Starting tomorrow, Jan 20th 2016, all five (of the visible) planets will be visible to the naked eye during the morning twilight. If you head outside to a good viewing point about an hour before sunrise you can catch a glimpse of Mercury, Saturn, Jupiter, Mars, and Venus. 
“You’re in luck, if you’re a morning person. A great planet drama takes place in the predawn sky in January, 2016.” – EarthSky
This is the first time this alignment has happened in about a decade.
Mercury will be the toughest to spot given how dim it may appear, but the other four should be relatively easy to see under the right conditions, i.e. little cloud cover and light pollution.
Will you be able to see it from your location? Yes, unless you live in the North Pole (but if that’s the case I don’t feel all that bad for you because not only do you likely see Santa often, but you also have access to the amazing and interesting things going on at our earth’s snowy cap).
You can catch all of these planets each morning until about mid-February. Should you miss this alignment during this period for whatever reason, you can observe it once again in August of 2016, when they will be aligned and visible once more.
All five planets are visible at once due to the fact that each planet’s position along its orbit lies to the right of the sun when viewed from above the solar system. So as the earth spins they will all be visible just before sunrise. This stargazing opportunity will end as soon as the sun rises, which is the last visible celestial body to rise in this alignment.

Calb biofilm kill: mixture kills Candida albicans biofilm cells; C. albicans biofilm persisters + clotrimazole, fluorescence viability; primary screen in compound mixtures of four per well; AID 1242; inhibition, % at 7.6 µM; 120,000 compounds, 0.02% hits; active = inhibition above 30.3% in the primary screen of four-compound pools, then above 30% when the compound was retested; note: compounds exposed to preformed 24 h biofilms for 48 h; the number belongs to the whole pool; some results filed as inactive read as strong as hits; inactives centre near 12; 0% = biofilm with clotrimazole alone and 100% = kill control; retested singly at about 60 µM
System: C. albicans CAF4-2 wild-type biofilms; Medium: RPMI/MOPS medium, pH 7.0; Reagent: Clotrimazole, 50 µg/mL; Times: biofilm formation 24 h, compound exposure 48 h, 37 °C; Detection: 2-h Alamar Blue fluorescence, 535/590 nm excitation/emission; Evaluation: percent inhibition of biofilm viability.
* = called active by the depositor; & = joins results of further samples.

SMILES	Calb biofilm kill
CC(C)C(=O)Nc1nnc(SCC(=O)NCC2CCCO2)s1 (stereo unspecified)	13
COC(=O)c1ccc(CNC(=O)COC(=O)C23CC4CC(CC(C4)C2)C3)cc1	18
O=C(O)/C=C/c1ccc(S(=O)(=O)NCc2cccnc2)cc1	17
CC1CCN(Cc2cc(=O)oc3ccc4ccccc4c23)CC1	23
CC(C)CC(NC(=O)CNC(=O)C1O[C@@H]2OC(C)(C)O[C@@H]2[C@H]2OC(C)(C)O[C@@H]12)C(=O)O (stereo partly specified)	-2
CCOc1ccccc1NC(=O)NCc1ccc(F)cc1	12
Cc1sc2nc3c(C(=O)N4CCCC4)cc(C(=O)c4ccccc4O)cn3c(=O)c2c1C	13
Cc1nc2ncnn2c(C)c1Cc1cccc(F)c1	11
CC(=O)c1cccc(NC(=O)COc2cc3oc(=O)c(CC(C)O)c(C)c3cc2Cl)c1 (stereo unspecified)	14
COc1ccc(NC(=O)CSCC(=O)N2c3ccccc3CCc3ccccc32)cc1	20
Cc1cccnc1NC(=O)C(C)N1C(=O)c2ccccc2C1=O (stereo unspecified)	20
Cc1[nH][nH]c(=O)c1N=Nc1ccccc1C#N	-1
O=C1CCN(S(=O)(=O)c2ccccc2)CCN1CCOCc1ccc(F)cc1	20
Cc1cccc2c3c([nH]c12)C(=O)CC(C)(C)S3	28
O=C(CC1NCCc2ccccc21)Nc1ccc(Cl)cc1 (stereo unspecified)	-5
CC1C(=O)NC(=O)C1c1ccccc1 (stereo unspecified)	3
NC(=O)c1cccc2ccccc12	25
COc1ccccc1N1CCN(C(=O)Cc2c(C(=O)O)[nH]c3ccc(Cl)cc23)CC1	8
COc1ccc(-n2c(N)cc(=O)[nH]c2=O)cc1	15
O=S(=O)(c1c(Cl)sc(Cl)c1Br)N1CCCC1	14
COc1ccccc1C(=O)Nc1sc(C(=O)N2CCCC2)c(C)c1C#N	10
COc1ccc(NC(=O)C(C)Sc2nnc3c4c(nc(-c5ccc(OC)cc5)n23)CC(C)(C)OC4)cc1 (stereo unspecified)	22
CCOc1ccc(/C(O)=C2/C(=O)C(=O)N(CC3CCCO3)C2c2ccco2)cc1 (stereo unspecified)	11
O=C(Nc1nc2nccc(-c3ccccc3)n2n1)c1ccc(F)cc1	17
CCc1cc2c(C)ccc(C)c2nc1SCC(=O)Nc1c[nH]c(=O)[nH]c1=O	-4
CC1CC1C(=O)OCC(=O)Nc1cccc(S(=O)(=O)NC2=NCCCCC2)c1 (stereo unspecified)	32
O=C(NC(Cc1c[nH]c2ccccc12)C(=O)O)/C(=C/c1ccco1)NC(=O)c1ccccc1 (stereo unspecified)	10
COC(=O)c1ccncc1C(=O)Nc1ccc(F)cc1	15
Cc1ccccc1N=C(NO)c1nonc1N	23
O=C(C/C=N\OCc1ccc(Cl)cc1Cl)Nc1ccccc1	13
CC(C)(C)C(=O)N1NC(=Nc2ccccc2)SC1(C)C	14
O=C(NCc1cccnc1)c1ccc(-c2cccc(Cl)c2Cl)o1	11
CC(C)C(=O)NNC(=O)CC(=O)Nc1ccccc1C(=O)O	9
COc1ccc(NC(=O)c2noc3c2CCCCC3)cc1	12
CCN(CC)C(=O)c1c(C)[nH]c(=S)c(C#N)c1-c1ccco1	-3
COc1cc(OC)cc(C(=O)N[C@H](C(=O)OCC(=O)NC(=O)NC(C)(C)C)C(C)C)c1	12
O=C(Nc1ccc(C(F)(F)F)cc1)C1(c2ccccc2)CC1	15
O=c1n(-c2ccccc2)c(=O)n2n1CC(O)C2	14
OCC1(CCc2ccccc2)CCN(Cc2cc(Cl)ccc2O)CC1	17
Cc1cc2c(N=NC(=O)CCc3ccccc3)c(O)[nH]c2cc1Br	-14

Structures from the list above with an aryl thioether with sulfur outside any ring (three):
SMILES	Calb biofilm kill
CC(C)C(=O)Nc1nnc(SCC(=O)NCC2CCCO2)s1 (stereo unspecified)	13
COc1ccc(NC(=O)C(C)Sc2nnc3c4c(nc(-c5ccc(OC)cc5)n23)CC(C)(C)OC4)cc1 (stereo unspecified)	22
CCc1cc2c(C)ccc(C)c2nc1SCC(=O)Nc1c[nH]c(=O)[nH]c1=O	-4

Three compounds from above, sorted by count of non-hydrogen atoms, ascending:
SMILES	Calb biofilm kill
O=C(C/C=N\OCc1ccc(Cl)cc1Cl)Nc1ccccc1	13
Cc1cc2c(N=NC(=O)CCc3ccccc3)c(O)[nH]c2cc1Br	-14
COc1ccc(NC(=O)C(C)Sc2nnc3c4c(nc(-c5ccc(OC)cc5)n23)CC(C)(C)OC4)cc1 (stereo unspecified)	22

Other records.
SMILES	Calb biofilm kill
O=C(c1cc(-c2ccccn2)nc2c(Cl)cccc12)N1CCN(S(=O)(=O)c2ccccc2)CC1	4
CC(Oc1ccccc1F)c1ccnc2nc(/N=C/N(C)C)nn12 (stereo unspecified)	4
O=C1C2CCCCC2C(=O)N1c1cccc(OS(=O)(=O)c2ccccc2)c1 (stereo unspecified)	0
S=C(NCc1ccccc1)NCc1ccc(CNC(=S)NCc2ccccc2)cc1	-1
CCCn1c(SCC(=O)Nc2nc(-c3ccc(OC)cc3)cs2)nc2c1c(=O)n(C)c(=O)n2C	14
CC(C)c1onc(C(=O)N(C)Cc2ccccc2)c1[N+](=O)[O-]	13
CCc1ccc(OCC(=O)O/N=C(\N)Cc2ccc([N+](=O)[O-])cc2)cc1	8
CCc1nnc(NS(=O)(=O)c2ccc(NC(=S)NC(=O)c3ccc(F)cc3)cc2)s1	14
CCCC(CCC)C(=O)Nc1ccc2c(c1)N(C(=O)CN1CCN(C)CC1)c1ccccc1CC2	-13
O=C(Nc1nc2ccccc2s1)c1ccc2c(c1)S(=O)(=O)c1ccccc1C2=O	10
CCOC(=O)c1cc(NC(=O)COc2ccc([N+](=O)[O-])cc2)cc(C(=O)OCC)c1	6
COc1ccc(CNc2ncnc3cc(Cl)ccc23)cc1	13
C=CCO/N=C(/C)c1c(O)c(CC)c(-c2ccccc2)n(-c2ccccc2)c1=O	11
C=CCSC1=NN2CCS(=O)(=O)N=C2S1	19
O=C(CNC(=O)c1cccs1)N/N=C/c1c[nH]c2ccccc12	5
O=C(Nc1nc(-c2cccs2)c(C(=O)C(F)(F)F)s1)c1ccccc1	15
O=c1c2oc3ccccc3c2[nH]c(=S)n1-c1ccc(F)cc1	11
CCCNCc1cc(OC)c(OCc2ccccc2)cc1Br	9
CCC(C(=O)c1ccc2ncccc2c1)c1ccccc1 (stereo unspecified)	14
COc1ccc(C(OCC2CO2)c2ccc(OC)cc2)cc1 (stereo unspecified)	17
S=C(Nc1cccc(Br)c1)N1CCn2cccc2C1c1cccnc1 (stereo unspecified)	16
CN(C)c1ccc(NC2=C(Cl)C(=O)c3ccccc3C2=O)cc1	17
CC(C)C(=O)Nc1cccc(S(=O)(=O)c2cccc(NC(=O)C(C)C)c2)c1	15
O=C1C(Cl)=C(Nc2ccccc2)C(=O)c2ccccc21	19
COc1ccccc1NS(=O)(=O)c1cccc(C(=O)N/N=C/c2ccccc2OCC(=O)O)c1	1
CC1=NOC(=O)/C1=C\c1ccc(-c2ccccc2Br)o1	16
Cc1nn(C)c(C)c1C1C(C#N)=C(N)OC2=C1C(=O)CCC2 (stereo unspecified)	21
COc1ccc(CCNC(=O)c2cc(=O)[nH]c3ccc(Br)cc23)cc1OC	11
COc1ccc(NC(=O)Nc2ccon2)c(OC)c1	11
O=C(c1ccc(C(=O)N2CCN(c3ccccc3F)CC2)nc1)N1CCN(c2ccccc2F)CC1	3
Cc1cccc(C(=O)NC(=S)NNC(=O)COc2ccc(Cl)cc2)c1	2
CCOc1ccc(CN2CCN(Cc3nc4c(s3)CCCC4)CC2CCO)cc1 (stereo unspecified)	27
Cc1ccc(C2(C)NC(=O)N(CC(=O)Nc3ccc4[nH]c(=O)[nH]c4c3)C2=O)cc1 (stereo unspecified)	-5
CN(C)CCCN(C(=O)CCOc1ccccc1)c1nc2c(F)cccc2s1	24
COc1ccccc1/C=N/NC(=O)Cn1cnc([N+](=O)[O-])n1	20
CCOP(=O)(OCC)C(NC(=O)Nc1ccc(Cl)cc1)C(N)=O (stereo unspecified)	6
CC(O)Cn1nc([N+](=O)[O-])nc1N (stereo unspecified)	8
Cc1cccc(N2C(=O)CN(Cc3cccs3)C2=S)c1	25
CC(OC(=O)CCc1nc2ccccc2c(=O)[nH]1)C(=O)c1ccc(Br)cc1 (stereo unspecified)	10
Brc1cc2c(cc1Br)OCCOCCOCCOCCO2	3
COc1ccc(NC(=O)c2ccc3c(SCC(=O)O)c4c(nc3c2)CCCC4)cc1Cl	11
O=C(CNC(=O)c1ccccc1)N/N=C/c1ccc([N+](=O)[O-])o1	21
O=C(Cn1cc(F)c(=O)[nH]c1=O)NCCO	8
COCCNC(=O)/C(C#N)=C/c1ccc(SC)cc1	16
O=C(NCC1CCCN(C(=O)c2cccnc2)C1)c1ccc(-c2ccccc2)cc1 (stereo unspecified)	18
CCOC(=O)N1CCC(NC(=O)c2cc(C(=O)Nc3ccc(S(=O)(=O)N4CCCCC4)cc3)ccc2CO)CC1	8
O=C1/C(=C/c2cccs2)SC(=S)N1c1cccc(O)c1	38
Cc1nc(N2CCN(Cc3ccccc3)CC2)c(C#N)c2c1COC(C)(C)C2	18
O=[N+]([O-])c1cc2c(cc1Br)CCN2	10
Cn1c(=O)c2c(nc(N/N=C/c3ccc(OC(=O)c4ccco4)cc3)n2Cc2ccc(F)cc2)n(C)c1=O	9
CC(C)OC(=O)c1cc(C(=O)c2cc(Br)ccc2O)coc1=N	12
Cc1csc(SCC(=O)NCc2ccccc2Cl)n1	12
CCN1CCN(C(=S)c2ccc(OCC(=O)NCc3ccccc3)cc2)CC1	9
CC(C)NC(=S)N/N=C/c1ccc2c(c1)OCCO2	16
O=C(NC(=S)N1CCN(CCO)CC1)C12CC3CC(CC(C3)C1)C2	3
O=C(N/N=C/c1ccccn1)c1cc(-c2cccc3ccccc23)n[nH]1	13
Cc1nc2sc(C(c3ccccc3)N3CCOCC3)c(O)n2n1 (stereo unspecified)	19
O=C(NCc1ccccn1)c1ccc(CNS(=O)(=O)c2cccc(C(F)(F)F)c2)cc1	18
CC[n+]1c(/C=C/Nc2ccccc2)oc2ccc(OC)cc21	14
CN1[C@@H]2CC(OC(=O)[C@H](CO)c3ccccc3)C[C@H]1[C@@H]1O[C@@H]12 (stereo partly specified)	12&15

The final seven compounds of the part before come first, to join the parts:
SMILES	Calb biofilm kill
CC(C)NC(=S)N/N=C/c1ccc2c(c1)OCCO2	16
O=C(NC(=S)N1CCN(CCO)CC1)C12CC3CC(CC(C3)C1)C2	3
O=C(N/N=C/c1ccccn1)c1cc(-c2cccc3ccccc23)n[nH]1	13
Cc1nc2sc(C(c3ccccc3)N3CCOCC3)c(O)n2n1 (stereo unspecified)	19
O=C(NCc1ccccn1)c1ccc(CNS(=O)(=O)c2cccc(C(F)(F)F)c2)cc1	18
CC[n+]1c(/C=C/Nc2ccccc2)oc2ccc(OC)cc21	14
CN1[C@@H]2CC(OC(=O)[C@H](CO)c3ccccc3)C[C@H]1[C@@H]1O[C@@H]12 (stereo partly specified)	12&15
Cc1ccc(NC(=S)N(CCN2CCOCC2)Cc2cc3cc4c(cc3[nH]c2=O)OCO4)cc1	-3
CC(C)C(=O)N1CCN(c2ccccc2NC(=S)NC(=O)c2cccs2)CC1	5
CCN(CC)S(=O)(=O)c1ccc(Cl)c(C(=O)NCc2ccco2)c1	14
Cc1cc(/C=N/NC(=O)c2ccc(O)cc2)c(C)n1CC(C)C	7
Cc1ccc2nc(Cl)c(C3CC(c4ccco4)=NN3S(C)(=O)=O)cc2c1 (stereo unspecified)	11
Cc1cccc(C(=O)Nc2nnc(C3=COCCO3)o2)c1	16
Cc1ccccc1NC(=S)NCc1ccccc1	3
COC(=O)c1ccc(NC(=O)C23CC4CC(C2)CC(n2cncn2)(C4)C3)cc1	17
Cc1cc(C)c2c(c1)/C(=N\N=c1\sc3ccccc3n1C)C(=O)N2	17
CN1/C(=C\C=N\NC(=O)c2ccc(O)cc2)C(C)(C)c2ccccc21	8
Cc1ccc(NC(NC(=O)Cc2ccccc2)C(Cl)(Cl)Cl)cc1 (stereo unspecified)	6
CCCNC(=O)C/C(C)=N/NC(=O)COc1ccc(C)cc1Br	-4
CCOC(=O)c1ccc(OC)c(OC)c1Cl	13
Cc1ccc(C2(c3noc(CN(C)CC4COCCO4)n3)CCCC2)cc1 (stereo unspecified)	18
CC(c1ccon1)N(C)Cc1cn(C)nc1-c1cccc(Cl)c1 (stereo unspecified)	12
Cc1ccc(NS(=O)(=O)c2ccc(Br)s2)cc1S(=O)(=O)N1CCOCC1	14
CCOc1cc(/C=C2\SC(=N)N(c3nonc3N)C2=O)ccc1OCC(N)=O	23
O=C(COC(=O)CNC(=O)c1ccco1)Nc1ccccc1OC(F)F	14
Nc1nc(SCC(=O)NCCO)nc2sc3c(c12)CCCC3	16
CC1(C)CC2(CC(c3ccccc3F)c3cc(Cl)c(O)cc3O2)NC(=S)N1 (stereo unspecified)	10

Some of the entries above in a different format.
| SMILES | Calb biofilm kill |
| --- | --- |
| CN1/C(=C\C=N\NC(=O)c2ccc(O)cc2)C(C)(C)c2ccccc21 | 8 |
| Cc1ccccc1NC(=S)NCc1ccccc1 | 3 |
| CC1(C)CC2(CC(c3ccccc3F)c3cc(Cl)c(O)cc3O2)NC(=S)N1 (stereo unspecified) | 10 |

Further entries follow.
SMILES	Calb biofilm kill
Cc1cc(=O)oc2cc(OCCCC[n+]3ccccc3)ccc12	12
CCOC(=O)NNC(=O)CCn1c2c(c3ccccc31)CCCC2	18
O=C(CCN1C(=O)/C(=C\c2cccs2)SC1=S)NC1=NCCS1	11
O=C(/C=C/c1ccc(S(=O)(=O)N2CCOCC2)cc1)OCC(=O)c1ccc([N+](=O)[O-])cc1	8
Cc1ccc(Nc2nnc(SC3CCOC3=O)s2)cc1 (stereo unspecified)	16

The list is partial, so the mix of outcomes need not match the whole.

So depending on where you live, get up about an hour before sunrise, and see what you can see!
As EarthSky mentions: “Prior to that, you might spot Mercury in the west after sunset during the first several days of January – or if you’re a night owl, you might catch Jupiter rising above your eastern horizon at late evening. But this month’s planet parade is custom-designed for the morning person. Four planets adorn the morning sky throughout January, 2016. From around the world, Jupiter rises in the east at late evening, Mars rises next an hour or two after midnight, and then Venus and Saturn climb up above the southeast horizon pretty much concurrently about 2.5 hours before sunrise. Venus and Saturn team up to stage a particularly close planetary conjunction on January 9. Follow the links below to learn more about the January planets.”
For a full guide to this alignment I would reccomend checking out EarthSky as they have a very in depth and detailed guide written here.
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